From my collection.
Bought in 2011.
First listen: 2-2-2011.
Second listen: 24-2-2011.
Third listen: 26-4-2017.
Recording dates: May 1999.
Recording venue: Odense Concert Hall.
Recording engineer: Knud Esmarch.
Running time: 69:08.
Classical relevance to me: Worthwhile having.
Symphony No. 1 in F minor. 1908.
Symphony No. 5, Triptikon. 1939.
Paolo und Francesca. Symphonic fantasy after Dante's Inferno Canto V.
Odense SO, Jan Wagner.
Paul von Klenau is another composer in a long list of Danish composers who was not much appreciated in his land of Birth, Danmark. Reasons are not given. He turned to Germany for his education and was well respected for his compositions and his aptitude as a conductor. So no wonder he remained for a long time in Germany to conduct and compose.
I like the music of Klenau, but some compositions more than others.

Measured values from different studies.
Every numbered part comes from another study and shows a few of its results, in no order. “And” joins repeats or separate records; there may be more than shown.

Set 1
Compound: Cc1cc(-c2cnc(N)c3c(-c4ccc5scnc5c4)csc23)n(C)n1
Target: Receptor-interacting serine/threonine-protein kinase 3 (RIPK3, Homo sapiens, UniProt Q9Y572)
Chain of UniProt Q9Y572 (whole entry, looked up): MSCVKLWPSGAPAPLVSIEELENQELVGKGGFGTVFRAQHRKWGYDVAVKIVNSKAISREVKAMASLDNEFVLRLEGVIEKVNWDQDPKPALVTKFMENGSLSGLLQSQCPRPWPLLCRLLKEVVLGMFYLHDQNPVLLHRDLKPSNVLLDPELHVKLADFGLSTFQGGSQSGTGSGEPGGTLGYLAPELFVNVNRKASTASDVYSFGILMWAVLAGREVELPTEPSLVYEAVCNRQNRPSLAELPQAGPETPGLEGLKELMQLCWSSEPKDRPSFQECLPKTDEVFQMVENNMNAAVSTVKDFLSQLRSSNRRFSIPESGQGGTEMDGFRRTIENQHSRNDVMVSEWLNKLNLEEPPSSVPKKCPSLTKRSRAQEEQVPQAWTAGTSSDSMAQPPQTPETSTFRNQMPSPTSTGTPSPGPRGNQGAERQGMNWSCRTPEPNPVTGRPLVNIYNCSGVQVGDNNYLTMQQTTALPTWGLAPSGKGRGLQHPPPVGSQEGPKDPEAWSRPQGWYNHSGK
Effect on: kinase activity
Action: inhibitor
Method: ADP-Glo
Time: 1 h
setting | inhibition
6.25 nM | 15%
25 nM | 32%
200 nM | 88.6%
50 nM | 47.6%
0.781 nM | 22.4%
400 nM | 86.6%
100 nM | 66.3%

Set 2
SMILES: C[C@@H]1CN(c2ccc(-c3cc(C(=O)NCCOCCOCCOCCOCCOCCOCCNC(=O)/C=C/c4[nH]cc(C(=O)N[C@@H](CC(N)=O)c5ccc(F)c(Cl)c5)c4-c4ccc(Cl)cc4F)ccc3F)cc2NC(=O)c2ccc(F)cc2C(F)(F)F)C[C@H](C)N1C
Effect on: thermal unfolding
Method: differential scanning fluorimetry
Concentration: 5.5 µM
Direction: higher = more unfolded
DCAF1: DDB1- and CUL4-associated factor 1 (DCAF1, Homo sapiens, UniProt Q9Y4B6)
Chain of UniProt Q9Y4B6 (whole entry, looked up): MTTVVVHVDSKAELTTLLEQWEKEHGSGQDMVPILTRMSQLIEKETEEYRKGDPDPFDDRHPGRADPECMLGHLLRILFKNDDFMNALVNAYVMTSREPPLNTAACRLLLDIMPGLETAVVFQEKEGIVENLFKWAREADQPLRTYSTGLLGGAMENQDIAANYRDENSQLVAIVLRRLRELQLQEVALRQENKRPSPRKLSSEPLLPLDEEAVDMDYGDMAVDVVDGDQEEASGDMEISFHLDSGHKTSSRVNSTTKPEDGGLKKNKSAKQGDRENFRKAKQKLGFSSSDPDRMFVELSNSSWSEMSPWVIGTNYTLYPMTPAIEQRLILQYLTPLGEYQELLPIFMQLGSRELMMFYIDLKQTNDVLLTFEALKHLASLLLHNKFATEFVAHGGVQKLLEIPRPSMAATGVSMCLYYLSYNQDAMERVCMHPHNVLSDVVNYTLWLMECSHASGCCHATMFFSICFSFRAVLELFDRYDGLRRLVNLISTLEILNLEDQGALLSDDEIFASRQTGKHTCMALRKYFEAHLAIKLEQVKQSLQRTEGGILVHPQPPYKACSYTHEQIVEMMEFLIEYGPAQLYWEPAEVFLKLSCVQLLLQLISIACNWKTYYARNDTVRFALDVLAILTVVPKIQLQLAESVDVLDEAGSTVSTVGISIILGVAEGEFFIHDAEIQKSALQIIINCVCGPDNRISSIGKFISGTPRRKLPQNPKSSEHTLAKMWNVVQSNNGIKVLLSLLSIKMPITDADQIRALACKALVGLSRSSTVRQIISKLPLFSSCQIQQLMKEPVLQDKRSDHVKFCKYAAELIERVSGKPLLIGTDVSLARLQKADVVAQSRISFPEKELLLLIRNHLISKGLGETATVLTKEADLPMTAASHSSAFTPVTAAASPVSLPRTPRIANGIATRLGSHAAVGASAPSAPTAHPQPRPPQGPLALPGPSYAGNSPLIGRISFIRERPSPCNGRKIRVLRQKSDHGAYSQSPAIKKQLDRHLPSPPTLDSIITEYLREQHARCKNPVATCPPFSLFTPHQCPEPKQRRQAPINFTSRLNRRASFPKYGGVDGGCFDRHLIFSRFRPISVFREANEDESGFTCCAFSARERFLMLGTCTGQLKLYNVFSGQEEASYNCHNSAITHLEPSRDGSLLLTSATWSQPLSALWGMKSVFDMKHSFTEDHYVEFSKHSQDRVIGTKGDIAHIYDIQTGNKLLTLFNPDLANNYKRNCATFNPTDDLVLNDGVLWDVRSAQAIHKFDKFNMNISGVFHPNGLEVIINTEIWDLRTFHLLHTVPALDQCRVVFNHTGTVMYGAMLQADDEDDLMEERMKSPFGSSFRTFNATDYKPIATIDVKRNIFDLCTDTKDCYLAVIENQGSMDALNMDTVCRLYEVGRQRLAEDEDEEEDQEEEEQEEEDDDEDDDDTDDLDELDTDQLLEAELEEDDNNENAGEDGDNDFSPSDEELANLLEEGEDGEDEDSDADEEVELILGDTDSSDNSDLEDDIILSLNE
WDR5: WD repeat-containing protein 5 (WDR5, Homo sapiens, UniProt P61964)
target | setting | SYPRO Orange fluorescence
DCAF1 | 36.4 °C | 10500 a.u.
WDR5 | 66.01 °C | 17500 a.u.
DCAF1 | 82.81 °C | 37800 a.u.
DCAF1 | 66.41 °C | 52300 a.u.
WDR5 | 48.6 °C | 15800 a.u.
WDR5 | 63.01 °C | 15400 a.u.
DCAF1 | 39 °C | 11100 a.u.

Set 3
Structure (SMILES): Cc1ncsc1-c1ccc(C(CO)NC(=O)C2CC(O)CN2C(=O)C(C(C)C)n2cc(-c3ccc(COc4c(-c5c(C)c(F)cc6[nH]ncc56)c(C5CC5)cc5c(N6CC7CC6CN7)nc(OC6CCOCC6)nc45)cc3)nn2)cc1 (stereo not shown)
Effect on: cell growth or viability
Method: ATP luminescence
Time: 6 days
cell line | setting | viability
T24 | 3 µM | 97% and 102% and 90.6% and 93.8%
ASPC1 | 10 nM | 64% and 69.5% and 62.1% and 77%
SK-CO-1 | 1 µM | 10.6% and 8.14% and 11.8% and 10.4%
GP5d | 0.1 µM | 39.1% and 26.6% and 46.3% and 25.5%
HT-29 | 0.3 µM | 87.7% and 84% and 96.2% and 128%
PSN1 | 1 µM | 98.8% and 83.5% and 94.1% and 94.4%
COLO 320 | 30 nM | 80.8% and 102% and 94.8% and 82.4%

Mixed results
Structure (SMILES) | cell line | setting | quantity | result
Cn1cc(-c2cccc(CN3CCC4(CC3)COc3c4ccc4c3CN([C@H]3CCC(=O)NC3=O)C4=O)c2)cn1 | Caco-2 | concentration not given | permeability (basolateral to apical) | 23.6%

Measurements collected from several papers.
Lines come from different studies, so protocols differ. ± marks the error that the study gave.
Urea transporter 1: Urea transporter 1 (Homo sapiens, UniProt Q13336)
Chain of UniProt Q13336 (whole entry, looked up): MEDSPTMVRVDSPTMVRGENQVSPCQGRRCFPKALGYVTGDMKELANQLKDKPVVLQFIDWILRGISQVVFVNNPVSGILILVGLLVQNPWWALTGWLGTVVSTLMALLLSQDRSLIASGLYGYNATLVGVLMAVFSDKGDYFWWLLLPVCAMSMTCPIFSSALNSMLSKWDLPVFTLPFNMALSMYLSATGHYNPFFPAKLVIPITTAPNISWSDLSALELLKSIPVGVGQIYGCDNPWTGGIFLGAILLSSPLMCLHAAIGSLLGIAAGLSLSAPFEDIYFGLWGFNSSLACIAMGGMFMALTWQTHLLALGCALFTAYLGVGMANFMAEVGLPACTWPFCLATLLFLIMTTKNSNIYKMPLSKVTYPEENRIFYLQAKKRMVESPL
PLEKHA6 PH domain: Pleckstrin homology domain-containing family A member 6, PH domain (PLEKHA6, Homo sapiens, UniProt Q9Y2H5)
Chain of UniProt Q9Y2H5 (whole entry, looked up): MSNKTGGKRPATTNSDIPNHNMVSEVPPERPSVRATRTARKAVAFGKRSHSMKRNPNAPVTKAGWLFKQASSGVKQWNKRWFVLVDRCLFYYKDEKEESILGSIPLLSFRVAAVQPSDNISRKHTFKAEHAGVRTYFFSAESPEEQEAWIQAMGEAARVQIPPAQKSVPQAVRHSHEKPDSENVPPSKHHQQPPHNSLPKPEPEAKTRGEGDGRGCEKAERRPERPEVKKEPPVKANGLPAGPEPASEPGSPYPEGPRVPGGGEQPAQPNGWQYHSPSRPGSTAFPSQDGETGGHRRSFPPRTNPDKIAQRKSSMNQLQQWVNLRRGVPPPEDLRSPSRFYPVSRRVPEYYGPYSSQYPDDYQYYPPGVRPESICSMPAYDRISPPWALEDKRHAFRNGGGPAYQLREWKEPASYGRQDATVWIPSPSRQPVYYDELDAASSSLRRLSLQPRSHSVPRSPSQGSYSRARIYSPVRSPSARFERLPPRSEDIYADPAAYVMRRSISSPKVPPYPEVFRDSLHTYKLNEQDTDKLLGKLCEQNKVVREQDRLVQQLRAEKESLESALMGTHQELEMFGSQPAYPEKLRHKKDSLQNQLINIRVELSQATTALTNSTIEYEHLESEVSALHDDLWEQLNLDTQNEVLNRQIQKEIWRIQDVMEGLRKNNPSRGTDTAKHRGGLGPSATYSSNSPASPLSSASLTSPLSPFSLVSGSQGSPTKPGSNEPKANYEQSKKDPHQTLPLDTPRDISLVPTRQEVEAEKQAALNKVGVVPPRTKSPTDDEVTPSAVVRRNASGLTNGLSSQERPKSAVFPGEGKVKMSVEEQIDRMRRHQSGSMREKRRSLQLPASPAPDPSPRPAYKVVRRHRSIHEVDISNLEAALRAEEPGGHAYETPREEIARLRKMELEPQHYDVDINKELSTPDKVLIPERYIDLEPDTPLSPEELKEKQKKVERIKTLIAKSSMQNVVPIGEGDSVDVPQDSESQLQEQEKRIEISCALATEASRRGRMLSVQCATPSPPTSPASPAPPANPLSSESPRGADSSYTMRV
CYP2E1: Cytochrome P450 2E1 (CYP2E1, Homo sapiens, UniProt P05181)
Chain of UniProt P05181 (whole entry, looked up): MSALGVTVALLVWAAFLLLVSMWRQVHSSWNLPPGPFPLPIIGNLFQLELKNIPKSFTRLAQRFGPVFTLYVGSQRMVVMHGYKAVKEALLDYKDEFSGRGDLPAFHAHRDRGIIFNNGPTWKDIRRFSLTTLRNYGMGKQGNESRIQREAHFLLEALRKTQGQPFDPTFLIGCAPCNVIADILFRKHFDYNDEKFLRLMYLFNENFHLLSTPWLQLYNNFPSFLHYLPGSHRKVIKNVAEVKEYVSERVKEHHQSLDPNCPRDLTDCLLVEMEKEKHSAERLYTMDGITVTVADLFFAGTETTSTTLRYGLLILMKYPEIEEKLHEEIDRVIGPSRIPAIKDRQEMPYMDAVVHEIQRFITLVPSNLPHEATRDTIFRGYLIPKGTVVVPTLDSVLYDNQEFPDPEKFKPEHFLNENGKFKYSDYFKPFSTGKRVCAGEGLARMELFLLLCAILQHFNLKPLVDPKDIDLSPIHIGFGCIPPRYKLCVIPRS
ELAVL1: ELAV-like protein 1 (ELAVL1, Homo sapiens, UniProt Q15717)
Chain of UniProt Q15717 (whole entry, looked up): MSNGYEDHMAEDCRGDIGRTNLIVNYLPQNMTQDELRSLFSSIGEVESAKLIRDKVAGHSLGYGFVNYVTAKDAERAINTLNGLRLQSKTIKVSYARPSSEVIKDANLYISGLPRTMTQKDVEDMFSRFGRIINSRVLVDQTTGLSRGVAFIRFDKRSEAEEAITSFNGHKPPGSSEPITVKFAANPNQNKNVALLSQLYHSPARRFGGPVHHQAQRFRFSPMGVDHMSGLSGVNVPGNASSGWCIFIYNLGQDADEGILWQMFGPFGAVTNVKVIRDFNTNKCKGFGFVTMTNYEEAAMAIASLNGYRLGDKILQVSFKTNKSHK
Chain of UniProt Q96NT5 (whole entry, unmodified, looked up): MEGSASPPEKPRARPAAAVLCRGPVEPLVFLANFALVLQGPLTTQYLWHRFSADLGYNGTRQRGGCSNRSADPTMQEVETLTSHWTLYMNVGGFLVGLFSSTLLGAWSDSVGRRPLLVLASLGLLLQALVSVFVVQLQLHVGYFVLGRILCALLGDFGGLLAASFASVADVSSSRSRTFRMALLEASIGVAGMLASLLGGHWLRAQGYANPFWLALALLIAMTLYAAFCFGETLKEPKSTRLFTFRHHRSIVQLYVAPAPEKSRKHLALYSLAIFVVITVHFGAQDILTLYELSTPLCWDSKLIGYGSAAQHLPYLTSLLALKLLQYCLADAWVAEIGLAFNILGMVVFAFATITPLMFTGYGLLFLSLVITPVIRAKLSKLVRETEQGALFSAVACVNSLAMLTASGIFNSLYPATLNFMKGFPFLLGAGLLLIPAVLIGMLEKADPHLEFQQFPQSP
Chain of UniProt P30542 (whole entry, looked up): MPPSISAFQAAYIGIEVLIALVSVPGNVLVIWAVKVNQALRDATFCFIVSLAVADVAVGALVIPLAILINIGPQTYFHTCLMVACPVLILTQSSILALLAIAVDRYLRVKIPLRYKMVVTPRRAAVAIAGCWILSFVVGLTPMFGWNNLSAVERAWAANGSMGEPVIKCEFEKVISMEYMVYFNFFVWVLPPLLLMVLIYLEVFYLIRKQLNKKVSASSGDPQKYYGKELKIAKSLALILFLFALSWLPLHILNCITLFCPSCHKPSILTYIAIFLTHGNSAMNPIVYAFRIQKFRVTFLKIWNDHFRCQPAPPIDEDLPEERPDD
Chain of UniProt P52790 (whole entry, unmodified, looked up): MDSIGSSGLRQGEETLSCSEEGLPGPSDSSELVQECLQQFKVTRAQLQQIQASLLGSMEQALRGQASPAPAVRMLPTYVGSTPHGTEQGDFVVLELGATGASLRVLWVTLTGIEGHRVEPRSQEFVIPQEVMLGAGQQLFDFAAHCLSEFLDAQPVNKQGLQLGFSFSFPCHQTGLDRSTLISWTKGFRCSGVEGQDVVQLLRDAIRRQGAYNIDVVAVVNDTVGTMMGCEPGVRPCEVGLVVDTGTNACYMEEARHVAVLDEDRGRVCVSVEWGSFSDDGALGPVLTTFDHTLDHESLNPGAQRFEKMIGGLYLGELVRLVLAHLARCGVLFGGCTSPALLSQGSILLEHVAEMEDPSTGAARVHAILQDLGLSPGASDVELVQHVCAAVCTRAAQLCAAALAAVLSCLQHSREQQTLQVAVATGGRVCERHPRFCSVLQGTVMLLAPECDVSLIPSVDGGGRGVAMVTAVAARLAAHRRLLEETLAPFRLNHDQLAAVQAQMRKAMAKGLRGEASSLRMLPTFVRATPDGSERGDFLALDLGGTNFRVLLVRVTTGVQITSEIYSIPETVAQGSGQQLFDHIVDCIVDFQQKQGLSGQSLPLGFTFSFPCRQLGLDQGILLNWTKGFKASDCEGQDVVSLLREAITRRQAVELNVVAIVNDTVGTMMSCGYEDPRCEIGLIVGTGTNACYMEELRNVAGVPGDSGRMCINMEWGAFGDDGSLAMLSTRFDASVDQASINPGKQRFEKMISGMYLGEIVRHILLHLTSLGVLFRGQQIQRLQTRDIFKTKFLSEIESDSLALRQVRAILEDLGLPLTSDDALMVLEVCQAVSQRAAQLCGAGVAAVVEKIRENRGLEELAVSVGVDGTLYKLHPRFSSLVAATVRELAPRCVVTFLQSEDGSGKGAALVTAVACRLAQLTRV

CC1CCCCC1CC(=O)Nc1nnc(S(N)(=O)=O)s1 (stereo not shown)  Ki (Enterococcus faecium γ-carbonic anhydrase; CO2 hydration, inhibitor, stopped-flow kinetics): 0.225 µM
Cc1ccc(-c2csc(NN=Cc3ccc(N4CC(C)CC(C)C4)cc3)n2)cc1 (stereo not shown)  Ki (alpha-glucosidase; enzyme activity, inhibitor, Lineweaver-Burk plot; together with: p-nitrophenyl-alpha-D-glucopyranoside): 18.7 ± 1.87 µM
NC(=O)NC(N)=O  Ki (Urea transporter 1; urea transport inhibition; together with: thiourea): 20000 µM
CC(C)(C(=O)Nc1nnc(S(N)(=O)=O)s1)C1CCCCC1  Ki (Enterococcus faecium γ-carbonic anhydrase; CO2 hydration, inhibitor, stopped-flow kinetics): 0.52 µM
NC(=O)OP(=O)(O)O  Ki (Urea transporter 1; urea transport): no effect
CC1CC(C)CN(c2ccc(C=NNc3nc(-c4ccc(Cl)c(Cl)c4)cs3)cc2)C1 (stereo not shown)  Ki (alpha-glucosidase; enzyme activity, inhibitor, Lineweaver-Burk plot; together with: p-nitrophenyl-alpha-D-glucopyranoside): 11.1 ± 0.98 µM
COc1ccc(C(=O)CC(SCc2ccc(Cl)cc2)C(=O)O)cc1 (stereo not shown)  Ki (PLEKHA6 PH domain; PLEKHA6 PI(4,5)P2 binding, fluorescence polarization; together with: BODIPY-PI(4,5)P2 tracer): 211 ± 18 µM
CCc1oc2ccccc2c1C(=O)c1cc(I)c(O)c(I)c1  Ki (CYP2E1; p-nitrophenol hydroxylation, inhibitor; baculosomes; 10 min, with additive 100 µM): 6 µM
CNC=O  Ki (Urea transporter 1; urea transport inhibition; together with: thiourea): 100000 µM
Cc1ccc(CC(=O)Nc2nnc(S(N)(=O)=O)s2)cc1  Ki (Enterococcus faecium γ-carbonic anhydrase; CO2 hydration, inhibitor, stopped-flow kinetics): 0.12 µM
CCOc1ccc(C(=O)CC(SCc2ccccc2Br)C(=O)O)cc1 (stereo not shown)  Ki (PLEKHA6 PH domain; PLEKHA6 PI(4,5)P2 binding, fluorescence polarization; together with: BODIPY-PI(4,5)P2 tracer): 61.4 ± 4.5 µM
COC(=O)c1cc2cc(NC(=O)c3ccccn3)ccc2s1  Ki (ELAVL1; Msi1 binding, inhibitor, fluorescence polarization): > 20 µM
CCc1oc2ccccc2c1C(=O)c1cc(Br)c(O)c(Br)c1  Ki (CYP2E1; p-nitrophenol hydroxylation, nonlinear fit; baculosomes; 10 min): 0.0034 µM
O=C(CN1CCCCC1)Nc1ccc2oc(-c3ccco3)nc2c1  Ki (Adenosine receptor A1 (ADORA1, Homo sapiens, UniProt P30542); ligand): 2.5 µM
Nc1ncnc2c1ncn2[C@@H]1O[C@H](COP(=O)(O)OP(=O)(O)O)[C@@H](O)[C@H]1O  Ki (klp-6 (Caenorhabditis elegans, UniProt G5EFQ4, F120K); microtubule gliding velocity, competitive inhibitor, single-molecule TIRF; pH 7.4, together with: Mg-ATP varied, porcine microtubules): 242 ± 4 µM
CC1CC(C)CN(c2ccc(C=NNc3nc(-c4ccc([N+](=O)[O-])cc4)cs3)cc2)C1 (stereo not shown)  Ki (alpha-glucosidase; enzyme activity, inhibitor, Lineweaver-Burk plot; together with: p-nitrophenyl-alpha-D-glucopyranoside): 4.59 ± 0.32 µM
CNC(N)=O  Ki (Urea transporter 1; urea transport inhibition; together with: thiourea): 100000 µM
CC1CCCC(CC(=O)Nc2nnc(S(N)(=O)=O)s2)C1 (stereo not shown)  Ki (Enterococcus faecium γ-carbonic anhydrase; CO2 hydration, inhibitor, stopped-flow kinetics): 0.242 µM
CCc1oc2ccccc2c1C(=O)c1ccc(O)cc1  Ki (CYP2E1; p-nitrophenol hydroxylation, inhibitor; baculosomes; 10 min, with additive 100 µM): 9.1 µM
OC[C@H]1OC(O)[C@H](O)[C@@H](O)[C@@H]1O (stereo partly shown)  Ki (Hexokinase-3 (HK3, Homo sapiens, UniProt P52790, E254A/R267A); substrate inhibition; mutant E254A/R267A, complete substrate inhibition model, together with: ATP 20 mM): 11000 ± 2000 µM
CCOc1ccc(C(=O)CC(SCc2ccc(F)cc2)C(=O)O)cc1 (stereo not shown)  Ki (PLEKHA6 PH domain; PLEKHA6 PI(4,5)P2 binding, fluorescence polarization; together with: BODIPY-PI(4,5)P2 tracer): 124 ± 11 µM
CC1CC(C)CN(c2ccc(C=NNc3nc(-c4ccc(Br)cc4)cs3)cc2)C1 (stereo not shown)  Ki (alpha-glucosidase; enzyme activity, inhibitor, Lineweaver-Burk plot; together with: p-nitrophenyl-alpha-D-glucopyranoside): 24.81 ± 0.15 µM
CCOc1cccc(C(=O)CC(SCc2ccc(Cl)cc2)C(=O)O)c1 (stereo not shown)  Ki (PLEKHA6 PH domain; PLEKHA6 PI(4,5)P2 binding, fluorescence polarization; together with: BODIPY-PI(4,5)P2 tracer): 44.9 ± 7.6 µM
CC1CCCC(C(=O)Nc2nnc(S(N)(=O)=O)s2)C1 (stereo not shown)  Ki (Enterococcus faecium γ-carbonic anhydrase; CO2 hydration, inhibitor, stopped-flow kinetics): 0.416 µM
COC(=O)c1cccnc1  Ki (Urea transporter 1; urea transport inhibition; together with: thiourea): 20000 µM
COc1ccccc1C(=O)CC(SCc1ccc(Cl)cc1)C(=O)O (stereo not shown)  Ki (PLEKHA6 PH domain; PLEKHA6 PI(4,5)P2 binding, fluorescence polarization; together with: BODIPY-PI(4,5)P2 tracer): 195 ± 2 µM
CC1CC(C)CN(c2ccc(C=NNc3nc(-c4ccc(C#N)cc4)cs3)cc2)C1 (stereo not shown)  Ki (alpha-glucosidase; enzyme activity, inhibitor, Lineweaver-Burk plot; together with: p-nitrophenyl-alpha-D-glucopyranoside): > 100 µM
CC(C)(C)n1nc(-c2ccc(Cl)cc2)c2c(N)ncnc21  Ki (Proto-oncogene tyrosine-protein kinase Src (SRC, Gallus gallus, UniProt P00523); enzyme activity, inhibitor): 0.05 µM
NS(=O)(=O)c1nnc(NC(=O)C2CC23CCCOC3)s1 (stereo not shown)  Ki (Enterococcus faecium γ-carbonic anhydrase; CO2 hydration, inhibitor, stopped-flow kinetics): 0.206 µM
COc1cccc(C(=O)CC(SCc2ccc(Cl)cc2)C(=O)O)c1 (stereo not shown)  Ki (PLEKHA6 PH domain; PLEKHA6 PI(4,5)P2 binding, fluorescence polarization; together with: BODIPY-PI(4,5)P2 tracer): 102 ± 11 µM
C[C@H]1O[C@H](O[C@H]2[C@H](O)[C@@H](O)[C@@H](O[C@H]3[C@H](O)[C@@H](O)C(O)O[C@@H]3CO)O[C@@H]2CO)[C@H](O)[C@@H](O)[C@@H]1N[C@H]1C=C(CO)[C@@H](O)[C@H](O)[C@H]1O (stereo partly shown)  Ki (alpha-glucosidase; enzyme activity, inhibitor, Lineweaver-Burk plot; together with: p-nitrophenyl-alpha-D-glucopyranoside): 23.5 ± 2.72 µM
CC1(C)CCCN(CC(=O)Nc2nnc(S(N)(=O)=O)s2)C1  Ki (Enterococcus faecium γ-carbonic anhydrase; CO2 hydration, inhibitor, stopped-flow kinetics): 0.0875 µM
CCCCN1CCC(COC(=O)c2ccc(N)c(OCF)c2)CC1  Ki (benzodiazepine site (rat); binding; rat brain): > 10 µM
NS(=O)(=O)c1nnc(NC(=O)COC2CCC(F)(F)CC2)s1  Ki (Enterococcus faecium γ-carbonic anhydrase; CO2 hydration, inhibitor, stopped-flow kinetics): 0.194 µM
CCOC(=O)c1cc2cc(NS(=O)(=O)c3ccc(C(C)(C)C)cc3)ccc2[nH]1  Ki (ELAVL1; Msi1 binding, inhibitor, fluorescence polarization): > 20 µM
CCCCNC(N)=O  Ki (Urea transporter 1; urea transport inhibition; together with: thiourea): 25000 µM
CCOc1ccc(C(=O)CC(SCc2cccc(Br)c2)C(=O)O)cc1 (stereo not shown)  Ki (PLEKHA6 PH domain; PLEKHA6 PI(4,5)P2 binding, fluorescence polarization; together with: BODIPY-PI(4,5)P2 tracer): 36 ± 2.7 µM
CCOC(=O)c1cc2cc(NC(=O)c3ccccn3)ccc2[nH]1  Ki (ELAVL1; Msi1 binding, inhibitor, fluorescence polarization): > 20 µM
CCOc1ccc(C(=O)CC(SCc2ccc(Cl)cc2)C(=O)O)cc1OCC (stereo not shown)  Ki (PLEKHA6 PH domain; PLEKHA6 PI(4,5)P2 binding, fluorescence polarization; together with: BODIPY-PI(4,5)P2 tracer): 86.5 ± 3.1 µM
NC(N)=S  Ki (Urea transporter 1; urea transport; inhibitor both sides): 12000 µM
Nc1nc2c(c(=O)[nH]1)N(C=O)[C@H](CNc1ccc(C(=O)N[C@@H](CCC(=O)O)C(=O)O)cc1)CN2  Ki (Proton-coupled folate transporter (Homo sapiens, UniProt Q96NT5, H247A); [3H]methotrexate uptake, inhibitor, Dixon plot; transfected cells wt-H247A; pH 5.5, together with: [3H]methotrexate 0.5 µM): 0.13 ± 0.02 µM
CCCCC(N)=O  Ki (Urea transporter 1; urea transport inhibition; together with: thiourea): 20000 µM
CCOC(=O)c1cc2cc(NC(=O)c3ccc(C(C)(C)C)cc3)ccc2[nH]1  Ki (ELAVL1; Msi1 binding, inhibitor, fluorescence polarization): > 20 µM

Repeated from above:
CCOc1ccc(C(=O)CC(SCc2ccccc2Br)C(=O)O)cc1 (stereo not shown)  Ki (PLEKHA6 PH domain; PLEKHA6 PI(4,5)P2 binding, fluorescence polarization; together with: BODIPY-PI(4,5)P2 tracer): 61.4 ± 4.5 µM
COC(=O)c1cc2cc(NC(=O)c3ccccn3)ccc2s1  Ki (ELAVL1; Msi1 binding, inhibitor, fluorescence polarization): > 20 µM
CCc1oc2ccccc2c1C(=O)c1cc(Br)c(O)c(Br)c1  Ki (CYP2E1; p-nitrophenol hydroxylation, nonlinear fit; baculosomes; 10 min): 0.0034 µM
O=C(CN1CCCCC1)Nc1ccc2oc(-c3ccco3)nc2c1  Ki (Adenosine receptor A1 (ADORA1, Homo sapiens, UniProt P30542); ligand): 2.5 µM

To start with this monumental first symphony, that carries in his bowels many references to Bruckner, especially the first three movements. He employs a large orchestra specifying eight French horns, four Tubas, two Harps, as well as a bass drum and other percussion. Also an Organ makes his way into the proceedings. Not that it gets in any way thunderous. All is integrated with much attention to the orchestral balance. As a whole the symphony is holding its ground. Sometimes there are episodes which are fascinating, but also stretches where boredom sets in. A romantic work, somewhat out of proportion.
What a difference if one reaches the fifth symphony. A clear headed lucid affair of great beauty. He sets out a goal and sticks to it, with an absolute stunning outcome. Modernism without stepping out of the romantic tradition or tonal palette. A short composition but very effective in keeping your attention, as is the symphony fantasy, that is composed in the same fashion. This is how I like Klenau, a romanticus that keeps ugly things away, and conjures a world of great musical beauty.
The recording could have been better. The lower frequencies are getting a bit boomy if the orchestra goes into a loud phase. Not enough air around the percussion, and so preventing the depth, which is the cause of this uneasy recording detail.
As a performance I have no complaints, it's excellent. The booklet gives almost no attention to the last two works on this disc, which I find strange to say the least.
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